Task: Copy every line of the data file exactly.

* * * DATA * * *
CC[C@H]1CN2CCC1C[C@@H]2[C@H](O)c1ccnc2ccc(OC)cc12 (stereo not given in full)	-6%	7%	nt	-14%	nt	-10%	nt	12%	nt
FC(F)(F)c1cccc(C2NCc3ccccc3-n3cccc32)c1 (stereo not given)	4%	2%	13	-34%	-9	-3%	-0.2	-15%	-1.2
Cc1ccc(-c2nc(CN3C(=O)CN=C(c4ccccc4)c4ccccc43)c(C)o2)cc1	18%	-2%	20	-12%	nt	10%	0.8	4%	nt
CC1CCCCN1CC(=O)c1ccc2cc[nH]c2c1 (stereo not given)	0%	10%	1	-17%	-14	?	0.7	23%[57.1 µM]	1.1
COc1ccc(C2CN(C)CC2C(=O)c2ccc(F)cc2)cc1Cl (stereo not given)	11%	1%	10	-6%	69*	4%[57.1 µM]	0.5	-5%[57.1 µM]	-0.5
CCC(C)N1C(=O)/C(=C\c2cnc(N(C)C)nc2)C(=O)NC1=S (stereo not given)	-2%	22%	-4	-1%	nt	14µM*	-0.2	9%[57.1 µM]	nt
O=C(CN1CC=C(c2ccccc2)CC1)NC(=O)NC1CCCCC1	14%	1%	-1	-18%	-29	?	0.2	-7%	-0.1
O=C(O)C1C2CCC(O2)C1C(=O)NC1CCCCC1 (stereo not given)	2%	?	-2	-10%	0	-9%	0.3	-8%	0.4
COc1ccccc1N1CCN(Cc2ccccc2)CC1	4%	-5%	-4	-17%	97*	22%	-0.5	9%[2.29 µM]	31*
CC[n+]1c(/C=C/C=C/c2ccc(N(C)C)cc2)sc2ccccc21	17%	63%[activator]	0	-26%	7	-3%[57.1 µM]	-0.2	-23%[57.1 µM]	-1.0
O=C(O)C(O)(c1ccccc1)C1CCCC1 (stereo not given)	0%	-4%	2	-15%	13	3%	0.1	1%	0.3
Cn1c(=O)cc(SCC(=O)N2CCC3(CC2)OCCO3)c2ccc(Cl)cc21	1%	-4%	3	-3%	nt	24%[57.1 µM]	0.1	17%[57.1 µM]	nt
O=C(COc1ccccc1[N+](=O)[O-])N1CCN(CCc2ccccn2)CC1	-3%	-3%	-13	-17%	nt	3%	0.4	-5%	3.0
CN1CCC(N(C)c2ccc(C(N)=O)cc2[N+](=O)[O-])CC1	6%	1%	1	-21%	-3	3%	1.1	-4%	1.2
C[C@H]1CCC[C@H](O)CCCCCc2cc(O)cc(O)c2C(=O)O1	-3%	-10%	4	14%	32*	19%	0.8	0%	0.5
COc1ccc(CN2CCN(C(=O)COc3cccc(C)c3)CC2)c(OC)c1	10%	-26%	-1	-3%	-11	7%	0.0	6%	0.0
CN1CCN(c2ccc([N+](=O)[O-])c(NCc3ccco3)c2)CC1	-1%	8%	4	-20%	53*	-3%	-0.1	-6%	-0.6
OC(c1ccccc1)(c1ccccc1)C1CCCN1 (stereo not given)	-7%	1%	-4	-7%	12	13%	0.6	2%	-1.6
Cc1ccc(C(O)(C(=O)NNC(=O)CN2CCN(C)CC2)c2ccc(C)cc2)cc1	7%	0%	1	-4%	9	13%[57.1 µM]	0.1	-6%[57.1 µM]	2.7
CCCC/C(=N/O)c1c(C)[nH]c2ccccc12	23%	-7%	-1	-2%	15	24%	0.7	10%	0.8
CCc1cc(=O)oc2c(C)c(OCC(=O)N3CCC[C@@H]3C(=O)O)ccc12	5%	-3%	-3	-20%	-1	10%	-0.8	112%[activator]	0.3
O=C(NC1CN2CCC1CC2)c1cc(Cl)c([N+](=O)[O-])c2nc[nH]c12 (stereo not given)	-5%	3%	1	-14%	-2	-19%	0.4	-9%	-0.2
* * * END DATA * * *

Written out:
CC[C@H]1CN2CCC1C[C@@H]2[C@H](O)c1ccnc2ccc(OC)cc12 (stereo not given in full)	-6%	7%	nt	-14%	nt	-10%	nt	12%	nt
FC(F)(F)c1cccc(C2NCc3ccccc3-n3cccc32)c1 (stereo not given)	4%	2%	13	-34%	-9	-3%	-0.2	-15%	-1.2
Cc1ccc(-c2nc(CN3C(=O)CN=C(c4ccccc4)c4ccccc43)c(C)o2)cc1	18%	-2%	20	-12%	nt	10%	0.8	4%	nt
CC1CCCCN1CC(=O)c1ccc2cc[nH]c2c1 (stereo not given)	0%	10%	1	-17%	-14	?	0.7	23%[57.1 µM]	1.1
COc1ccc(C2CN(C)CC2C(=O)c2ccc(F)cc2)cc1Cl (stereo not given)	11%	1%	10	-6%	69*	4%[57.1 µM]	0.5	-5%[57.1 µM]	-0.5
CCC(C)N1C(=O)/C(=C\c2cnc(N(C)C)nc2)C(=O)NC1=S (stereo not given)	-2%	22%	-4	-1%	nt	14µM*	-0.2	9%[57.1 µM]	nt
O=C(CN1CC=C(c2ccccc2)CC1)NC(=O)NC1CCCCC1	14%	1%	-1	-18%	-29	?	0.2	-7%	-0.1
O=C(O)C1C2CCC(O2)C1C(=O)NC1CCCCC1 (stereo not given)	2%	?	-2	-10%	0	-9%	0.3	-8%	0.4
COc1ccccc1N1CCN(Cc2ccccc2)CC1	4%	-5%	-4	-17%	97*	22%	-0.5	9%[2.29 µM]	31*
CC[n+]1c(/C=C/C=C/c2ccc(N(C)C)cc2)sc2ccccc21	17%	63%[activator]	0	-26%	7	-3%[57.1 µM]	-0.2	-23%[57.1 µM]	-1.0
O=C(O)C(O)(c1ccccc1)C1CCCC1 (stereo not given)	0%	-4%	2	-15%	13	3%	0.1	1%	0.3
Cn1c(=O)cc(SCC(=O)N2CCC3(CC2)OCCO3)c2ccc(Cl)cc21	1%	-4%	3	-3%	nt	24%[57.1 µM]	0.1	17%[57.1 µM]	nt
O=C(COc1ccccc1[N+](=O)[O-])N1CCN(CCc2ccccn2)CC1	-3%	-3%	-13	-17%	nt	3%	0.4	-5%	3.0
CN1CCC(N(C)c2ccc(C(N)=O)cc2[N+](=O)[O-])CC1	6%	1%	1	-21%	-3	3%	1.1	-4%	1.2
C[C@H]1CCC[C@H](O)CCCCCc2cc(O)cc(O)c2C(=O)O1	-3%	-10%	4	14%	32*	19%	0.8	0%	0.5
COc1ccc(CN2CCN(C(=O)COc3cccc(C)c3)CC2)c(OC)c1	10%	-26%	-1	-3%	-11	7%	0.0	6%	0.0
CN1CCN(c2ccc([N+](=O)[O-])c(NCc3ccco3)c2)CC1	-1%	8%	4	-20%	53*	-3%	-0.1	-6%	-0.6
OC(c1ccccc1)(c1ccccc1)C1CCCN1 (stereo not given)	-7%	1%	-4	-7%	12	13%	0.6	2%	-1.6
Cc1ccc(C(O)(C(=O)NNC(=O)CN2CCN(C)CC2)c2ccc(C)cc2)cc1	7%	0%	1	-4%	9	13%[57.1 µM]	0.1	-6%[57.1 µM]	2.7
CCCC/C(=N/O)c1c(C)[nH]c2ccccc12	23%	-7%	-1	-2%	15	24%	0.7	10%	0.8
CCc1cc(=O)oc2c(C)c(OCC(=O)N3CCC[C@@H]3C(=O)O)ccc12	5%	-3%	-3	-20%	-1	10%	-0.8	112%[activator]	0.3
O=C(NC1CN2CCC1CC2)c1cc(Cl)c([N+](=O)[O-])c2nc[nH]c12 (stereo not given)	-5%	3%	1	-14%	-2	-19%	0.4	-9%	-0.2